21 October 2011

Cybils Review: Hummingbirds: Facts and Folklore from the Americas

This striking book takes a very interesting approach to the subject of hummingbirds (which, incidentally, make up the second-largest group of birds in the Americas.) It combines factual information with folktales. And quilts! When I first held this book in my hand, I felt like I was looking at one of those trick pictures with two images. When you look at the picture above, what do you see first: the subject of the book or the fantastically crafted cover? Personal prerspective might dictate how a reader is initially drawn to this book, but in the end, the merger of fact and craft is an attractive one.

At the heart of this book, as the title suggests, is the mighty hummingbird. This tiny bird, which seems to defy logic, holds a fascination not just for author Jeanette Larson, but clearly intrigued and inspired several North and South American native cultures as well. Larson starts by presenting the scientific data. Size and physical characteristics, plumage, habitat, courtship--these are some of the subjects which introduce the hummingbird to the reader. Each factual chapter is followed by a pourquoi tale--a "why" tale--which is relevant to the initial discussion. "Vocalization" is followed by Why the Hummingbird Has No Song, a Navajo tale; "Migration" is followed by the Aztec Legend Why the Hummingbird Migrates to Mexico. The hummingbird is not always a hero, such as in Why the Hummingbird Drinks Nectar, a Hitchiti Tale from the southeastern United States that bears a resemblance to The Tortoise and the Hare. But whether hero or rogue, the diversity of folktales across the length and breadth of North and South America is a testament to the ubiquity of the bird.

How the Hummingbird Got Its Colors

Special mention needs to be made of the quilts created for the book by Adrienne Yorinks. Using a combination of spot illustrations--or should I say, 'spot quilts'--to break up the scientific text, and then double page spreads, like the one above, to provide a background to the folktales, she has crafted a unique-looking book. Even the quilts themselves, which incorporate acrylic paint, collage, and photo transfers look unlike any quilts I have ever seen. They are vibrant, and at times unexpected, much like the hummingbird itself. I love the fact, mentioned in Yorinks' Art Notes, that hummingbirds can "breed with other species of hummingbirds, creating one-of-a-kind hybrids." All part of the hummingbird mystique which writers and scientists have been trying to capture since the Nazca civilization.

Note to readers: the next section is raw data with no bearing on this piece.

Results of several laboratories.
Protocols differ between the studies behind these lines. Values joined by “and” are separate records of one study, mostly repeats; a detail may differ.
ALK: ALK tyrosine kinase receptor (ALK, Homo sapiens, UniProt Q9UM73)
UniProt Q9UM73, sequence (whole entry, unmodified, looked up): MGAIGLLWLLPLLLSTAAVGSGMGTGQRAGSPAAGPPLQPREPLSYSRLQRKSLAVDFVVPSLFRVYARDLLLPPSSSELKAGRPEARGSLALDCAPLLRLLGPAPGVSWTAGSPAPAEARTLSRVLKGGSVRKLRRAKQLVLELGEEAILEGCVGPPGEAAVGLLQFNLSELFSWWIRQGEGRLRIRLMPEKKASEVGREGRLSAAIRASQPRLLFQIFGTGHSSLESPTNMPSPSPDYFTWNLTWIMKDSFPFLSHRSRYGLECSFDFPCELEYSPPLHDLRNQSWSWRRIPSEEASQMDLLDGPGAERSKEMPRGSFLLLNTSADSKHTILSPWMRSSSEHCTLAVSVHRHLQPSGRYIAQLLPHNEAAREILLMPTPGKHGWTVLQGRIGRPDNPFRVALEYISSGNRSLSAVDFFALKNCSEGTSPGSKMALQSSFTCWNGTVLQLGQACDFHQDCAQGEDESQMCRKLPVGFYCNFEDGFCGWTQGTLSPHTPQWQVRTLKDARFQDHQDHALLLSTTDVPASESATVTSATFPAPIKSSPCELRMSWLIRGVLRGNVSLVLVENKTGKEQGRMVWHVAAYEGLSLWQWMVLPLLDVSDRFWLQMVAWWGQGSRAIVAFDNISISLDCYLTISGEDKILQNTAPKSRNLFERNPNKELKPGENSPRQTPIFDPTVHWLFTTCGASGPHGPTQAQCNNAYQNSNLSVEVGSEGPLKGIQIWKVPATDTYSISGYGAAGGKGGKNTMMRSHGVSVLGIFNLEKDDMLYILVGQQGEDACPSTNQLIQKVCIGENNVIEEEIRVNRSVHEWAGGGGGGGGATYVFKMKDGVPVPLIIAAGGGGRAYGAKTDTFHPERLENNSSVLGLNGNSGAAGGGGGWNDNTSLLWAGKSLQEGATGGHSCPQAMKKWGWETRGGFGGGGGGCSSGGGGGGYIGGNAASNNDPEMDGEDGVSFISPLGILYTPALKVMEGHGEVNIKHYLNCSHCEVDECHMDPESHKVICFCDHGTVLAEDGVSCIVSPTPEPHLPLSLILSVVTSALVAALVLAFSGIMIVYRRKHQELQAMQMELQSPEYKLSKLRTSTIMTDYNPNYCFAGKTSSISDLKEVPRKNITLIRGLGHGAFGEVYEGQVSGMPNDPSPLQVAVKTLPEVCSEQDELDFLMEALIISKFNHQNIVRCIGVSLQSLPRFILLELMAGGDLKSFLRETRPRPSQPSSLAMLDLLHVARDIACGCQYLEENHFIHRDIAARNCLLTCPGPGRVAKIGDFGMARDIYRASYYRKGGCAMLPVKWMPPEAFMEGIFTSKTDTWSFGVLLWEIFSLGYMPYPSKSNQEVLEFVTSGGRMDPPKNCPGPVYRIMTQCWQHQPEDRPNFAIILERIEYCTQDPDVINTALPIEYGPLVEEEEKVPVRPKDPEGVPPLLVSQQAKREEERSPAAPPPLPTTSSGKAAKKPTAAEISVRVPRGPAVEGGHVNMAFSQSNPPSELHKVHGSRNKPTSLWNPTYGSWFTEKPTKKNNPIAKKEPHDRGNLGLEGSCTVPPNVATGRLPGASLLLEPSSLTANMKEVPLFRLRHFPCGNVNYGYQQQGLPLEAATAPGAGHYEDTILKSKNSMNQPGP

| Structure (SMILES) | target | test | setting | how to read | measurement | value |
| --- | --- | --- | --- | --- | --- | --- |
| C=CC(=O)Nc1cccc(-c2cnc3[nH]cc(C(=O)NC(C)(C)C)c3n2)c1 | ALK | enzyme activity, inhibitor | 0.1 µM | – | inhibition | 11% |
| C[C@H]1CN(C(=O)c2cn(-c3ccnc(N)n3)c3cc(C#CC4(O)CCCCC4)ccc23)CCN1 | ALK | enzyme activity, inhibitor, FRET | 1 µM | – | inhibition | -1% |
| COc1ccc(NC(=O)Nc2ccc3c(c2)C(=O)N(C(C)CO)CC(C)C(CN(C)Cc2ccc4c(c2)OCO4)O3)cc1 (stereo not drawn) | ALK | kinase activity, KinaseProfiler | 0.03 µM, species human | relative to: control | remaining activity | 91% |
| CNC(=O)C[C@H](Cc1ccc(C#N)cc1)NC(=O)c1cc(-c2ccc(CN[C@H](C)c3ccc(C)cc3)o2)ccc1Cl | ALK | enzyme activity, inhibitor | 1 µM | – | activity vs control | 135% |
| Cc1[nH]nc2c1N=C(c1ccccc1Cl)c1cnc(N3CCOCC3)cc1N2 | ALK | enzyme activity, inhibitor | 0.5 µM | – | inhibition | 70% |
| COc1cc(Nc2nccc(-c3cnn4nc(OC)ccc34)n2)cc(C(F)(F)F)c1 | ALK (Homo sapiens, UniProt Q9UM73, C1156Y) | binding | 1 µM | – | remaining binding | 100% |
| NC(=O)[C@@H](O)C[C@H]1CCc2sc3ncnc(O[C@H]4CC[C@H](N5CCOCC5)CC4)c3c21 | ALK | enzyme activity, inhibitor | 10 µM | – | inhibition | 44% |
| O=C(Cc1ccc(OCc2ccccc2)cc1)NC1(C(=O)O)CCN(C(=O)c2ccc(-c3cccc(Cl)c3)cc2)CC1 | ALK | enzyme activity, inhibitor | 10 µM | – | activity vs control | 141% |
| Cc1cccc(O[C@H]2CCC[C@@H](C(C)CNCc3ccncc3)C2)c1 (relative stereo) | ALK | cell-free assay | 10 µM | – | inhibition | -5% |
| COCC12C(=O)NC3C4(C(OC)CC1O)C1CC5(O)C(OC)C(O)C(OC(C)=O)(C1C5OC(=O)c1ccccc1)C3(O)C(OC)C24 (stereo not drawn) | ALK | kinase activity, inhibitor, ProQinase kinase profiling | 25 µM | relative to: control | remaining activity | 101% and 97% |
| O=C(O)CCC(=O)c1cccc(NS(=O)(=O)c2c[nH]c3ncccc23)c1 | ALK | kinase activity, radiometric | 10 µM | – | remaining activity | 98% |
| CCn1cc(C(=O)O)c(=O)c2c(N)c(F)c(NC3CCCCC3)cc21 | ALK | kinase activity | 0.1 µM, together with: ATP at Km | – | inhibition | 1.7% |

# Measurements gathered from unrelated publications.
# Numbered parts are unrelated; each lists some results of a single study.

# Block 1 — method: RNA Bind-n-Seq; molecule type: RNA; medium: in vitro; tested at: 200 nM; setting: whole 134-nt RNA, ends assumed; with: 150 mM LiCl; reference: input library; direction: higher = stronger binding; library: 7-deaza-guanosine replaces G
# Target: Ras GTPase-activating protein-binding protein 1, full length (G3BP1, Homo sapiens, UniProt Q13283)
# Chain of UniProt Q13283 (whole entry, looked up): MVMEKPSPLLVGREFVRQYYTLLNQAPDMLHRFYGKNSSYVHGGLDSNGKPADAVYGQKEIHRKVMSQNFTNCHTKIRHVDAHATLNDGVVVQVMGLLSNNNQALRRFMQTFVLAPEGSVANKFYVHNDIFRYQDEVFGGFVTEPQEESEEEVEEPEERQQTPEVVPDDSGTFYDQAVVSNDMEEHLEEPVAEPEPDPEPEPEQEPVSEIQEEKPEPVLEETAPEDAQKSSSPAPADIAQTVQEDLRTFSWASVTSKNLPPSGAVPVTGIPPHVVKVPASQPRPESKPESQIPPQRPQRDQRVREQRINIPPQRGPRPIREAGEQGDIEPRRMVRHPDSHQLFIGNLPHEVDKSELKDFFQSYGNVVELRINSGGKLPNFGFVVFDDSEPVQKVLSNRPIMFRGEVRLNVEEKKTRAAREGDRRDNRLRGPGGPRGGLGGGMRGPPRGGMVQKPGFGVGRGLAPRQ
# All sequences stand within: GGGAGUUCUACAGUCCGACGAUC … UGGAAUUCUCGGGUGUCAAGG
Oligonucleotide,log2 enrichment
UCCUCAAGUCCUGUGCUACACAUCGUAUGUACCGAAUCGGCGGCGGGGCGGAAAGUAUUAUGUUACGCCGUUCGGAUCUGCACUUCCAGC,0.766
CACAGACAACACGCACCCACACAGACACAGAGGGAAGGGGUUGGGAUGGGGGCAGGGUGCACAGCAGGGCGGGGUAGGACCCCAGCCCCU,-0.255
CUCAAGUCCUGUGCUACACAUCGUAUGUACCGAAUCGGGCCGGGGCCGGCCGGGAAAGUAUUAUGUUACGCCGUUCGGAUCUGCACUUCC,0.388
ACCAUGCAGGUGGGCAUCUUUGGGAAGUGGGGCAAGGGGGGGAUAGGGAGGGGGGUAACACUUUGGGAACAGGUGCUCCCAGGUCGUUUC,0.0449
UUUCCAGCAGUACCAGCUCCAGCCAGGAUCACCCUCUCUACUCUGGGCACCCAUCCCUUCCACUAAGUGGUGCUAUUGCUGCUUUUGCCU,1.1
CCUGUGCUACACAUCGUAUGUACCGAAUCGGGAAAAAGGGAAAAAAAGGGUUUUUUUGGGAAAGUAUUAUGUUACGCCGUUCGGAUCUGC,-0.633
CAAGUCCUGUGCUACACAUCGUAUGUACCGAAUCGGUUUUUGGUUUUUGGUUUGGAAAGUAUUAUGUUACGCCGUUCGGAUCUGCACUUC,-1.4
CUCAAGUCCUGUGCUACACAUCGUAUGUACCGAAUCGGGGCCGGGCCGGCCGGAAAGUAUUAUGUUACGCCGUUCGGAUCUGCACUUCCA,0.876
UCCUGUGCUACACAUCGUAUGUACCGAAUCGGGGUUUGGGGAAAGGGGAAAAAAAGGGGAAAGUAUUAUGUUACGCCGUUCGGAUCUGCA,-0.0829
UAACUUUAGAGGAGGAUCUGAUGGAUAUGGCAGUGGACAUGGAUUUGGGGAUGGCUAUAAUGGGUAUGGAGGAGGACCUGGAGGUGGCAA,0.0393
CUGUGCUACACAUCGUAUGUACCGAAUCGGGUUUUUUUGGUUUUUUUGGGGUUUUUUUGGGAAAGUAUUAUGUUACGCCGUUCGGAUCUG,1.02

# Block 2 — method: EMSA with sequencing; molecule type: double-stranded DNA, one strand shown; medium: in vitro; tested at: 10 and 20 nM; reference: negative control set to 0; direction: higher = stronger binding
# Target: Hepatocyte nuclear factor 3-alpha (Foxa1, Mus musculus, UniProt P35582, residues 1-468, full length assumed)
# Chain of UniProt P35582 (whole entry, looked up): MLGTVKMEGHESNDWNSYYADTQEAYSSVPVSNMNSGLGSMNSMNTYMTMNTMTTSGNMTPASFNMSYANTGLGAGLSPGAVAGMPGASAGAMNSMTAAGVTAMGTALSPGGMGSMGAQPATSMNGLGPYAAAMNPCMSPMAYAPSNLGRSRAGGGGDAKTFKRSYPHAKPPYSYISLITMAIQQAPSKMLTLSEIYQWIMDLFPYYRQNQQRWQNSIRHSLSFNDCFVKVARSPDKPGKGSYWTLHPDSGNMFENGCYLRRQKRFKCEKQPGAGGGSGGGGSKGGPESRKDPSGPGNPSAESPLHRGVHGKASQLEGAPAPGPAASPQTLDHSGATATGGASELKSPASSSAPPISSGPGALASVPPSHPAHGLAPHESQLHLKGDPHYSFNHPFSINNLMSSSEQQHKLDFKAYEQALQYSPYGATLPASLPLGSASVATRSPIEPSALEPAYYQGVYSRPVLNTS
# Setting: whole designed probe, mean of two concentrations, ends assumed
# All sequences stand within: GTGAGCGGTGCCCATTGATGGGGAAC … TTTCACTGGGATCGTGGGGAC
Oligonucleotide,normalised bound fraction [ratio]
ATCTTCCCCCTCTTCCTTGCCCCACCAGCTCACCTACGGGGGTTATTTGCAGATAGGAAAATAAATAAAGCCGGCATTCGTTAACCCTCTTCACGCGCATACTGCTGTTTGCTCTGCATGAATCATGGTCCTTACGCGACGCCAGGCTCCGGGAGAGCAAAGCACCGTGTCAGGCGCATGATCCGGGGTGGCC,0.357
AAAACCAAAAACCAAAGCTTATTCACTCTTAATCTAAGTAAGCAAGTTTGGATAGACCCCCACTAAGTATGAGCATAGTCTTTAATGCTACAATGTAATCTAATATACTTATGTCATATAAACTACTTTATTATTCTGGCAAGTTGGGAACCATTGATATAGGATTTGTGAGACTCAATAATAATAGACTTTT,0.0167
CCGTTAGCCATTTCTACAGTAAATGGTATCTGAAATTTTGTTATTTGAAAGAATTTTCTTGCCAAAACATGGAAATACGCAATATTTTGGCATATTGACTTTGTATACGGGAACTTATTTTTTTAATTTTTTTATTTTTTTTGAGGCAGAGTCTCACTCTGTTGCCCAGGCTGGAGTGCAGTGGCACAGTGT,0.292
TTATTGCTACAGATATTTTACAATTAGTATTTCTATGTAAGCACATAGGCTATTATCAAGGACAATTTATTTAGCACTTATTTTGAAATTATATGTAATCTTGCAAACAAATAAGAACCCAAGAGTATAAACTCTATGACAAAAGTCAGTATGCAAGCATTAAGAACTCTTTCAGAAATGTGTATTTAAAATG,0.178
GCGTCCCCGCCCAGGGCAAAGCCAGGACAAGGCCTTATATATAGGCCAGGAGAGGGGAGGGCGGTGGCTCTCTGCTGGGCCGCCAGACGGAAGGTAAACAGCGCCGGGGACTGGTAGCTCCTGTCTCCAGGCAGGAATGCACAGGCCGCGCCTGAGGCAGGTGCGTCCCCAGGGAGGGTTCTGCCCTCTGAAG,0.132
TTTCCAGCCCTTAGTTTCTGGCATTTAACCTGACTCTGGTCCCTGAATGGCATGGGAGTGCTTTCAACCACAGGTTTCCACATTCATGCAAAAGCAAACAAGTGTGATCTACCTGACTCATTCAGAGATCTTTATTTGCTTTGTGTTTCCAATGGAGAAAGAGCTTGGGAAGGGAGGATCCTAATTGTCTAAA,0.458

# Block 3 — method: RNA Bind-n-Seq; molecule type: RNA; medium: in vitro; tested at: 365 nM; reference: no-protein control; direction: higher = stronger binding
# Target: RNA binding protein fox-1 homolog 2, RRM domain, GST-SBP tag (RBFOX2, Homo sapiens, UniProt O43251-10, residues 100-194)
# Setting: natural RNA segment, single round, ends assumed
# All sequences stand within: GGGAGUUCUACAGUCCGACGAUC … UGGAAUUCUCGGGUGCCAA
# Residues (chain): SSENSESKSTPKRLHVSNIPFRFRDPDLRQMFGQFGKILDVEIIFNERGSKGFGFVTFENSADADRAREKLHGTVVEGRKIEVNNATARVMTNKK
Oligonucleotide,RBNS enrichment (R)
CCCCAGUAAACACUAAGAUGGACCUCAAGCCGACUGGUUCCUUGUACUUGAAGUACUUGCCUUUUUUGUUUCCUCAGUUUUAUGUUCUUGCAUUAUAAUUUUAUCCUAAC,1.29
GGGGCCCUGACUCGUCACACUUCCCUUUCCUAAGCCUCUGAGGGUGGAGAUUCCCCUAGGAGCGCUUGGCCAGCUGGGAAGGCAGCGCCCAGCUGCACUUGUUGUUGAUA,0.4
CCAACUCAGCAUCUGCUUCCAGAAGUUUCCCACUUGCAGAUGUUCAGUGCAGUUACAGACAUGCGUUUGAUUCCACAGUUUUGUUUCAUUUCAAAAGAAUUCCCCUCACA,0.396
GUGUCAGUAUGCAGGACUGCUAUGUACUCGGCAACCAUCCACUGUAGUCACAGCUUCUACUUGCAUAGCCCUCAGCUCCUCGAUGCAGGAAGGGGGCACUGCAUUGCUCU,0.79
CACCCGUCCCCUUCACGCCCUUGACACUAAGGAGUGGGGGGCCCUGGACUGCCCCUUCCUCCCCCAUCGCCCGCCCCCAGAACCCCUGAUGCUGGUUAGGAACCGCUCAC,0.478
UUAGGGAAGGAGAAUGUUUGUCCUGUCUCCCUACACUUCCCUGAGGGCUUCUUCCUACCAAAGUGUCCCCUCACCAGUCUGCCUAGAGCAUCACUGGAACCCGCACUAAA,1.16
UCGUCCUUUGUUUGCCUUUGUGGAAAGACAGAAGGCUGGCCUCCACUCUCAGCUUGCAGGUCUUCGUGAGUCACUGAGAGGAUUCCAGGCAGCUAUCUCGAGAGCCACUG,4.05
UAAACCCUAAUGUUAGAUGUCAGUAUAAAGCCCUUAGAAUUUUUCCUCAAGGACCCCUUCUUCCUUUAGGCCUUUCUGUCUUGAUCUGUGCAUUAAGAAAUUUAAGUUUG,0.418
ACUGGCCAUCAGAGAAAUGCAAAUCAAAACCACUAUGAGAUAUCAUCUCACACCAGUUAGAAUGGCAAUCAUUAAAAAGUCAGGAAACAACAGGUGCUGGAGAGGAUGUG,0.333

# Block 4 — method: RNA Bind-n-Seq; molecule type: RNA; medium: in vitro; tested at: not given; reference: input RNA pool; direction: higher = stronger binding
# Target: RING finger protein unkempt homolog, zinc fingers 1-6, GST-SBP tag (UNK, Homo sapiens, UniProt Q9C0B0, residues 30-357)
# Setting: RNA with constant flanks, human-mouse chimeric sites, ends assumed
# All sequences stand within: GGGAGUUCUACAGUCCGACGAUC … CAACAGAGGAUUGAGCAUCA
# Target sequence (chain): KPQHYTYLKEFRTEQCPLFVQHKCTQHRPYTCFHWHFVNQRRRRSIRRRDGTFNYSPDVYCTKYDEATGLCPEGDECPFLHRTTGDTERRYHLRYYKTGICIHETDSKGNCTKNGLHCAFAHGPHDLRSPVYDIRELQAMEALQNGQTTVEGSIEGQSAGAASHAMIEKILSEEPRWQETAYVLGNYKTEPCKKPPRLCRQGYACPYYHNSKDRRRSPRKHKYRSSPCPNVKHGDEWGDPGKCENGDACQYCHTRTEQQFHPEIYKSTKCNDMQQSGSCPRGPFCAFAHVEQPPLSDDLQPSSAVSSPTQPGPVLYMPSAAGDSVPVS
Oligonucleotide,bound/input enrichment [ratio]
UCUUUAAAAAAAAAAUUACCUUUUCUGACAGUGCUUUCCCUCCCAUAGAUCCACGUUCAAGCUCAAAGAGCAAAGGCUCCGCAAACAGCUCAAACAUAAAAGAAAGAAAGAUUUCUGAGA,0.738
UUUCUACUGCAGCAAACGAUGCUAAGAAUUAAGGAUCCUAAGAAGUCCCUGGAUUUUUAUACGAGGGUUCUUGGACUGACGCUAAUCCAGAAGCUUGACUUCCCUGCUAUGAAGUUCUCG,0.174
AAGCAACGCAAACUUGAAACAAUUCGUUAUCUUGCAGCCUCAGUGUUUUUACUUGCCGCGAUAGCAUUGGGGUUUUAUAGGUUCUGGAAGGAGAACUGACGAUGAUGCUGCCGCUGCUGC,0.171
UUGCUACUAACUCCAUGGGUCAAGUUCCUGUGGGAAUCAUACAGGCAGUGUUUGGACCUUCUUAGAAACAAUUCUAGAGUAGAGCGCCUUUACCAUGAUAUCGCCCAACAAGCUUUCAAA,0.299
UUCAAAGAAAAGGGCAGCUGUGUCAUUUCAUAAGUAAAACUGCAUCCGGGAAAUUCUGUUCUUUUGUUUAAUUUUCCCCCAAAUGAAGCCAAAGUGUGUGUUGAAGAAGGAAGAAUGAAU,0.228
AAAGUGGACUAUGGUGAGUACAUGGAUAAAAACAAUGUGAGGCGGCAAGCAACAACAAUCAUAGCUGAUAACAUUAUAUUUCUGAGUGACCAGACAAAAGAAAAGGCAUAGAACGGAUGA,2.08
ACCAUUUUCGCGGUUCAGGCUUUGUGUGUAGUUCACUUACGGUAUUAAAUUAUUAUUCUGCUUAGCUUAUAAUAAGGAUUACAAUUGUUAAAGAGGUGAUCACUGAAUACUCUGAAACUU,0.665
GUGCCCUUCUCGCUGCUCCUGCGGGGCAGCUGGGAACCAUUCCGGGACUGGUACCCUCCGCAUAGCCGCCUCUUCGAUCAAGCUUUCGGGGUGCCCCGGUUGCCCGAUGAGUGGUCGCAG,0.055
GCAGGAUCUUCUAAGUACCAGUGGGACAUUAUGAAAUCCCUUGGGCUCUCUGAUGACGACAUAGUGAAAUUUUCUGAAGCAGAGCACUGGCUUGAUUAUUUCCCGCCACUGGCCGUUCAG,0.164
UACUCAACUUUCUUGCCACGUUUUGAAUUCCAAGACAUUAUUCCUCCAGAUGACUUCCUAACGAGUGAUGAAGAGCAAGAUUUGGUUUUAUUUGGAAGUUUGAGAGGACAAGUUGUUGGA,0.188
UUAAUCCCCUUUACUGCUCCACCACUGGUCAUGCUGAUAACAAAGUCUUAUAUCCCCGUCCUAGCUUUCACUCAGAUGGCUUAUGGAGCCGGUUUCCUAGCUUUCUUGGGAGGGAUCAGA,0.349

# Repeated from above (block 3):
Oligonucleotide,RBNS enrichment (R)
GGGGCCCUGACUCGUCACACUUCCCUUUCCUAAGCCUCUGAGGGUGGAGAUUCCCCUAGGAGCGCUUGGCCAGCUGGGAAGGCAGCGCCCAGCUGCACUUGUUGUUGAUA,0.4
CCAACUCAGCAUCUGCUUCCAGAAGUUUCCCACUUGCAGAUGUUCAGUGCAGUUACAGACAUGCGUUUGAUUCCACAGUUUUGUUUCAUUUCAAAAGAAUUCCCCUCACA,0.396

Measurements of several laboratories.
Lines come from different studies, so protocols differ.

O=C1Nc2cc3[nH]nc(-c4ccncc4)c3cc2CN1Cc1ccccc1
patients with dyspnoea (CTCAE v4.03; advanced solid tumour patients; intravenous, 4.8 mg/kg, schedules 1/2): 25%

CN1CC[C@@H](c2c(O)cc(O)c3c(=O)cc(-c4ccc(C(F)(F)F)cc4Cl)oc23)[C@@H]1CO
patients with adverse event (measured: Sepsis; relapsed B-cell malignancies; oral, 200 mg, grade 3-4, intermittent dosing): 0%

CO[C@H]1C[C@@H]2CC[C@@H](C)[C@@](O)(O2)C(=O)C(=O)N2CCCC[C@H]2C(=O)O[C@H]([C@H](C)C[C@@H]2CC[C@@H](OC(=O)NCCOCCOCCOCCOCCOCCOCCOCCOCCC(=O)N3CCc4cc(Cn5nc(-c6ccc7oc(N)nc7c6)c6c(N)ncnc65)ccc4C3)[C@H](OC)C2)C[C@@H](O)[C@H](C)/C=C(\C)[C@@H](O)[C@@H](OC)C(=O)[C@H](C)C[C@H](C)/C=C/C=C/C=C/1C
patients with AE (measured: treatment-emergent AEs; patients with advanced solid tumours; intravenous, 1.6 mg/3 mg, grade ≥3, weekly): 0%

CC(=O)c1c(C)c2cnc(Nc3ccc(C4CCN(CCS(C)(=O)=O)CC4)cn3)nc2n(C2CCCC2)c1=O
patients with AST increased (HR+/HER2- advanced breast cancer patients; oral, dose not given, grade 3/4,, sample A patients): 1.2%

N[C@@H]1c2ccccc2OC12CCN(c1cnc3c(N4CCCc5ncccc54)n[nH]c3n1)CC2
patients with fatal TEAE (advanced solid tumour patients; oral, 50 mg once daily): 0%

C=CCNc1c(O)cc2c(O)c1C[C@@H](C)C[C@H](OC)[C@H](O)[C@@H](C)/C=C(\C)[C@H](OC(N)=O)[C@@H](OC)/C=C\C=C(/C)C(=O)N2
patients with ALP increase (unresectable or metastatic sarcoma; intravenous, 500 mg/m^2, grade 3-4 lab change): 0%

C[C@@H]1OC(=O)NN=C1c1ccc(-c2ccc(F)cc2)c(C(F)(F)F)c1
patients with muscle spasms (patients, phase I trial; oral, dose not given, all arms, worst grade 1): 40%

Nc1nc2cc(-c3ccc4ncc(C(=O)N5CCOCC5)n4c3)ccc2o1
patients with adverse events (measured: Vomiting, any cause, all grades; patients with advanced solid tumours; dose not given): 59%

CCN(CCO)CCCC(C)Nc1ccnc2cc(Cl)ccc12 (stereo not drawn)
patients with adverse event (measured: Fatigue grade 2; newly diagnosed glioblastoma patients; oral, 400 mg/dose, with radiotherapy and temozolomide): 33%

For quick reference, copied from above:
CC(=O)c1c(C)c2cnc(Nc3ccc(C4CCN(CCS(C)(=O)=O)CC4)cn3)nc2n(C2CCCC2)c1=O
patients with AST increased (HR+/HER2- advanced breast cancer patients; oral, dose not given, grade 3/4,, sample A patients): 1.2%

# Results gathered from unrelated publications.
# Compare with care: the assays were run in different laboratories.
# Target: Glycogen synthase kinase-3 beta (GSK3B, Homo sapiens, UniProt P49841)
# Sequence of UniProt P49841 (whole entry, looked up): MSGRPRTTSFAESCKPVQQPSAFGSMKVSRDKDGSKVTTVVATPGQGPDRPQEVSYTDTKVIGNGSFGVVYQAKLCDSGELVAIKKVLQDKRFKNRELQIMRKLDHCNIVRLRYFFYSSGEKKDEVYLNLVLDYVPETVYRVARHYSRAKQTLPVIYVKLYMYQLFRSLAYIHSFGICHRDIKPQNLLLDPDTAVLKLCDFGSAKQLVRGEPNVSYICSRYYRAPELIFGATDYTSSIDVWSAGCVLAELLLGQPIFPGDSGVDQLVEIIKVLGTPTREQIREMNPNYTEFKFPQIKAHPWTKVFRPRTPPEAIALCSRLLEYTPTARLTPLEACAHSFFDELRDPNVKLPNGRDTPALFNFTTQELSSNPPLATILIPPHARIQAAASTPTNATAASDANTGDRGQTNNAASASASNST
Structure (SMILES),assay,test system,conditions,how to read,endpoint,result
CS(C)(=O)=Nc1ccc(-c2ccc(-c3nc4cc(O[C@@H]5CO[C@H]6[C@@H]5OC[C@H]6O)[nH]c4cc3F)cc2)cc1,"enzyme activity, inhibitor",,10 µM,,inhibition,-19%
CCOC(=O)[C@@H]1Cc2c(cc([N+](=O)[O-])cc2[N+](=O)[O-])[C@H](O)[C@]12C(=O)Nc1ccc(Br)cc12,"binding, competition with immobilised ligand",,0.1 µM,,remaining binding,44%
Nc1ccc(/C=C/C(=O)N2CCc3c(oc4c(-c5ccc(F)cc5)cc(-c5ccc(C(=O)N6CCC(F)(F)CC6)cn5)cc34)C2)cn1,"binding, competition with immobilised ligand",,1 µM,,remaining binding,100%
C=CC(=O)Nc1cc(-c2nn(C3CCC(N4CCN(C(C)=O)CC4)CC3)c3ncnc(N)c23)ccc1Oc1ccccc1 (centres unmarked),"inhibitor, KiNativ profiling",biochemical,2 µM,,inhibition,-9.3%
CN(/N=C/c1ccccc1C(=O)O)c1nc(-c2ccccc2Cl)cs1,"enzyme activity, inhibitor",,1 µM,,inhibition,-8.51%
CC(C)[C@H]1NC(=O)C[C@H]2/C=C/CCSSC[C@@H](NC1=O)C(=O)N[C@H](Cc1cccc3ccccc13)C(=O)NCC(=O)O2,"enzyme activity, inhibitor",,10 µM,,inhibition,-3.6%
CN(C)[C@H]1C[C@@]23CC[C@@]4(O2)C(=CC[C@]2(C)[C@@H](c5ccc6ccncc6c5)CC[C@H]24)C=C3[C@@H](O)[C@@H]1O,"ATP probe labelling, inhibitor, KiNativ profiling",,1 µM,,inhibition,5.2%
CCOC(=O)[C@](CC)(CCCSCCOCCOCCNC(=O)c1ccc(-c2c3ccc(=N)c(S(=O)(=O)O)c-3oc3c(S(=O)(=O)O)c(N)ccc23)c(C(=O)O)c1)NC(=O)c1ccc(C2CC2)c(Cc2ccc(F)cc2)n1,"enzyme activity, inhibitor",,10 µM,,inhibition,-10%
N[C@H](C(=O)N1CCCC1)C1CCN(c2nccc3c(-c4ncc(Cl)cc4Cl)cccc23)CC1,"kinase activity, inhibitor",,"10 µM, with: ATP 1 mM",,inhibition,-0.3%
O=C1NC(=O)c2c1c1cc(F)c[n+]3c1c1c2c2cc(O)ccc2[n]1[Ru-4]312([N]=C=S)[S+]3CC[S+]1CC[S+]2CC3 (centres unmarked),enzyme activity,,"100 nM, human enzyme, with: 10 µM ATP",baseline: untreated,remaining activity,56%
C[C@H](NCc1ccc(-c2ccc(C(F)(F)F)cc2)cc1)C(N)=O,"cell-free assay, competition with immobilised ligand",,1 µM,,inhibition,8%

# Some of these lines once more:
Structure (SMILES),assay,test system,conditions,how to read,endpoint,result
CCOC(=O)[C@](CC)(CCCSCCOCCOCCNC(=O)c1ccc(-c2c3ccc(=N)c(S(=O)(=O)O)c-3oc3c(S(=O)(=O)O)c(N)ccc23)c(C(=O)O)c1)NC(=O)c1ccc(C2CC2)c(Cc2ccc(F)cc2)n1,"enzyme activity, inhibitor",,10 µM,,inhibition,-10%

Nazca Lines, in Peru, created as a quilt in this book

In her introduction, Larsen says, "To fully understand any subject, it's useful to gather knowledge about it through every discipline, whether factual resources or stories." By taking this approach she has written a book which will have appeal for researchers as well as readers of tales and hopefully cross pollinate interest between the two.


Jil Casey said...

I love textile illustrations, there aren't enough of them!

Kara Schaff Dean said...

I find that sometimes the textile don't reproduce well as illustrations but in this case I thought they were rather spectacular. Thanks for stopping by!

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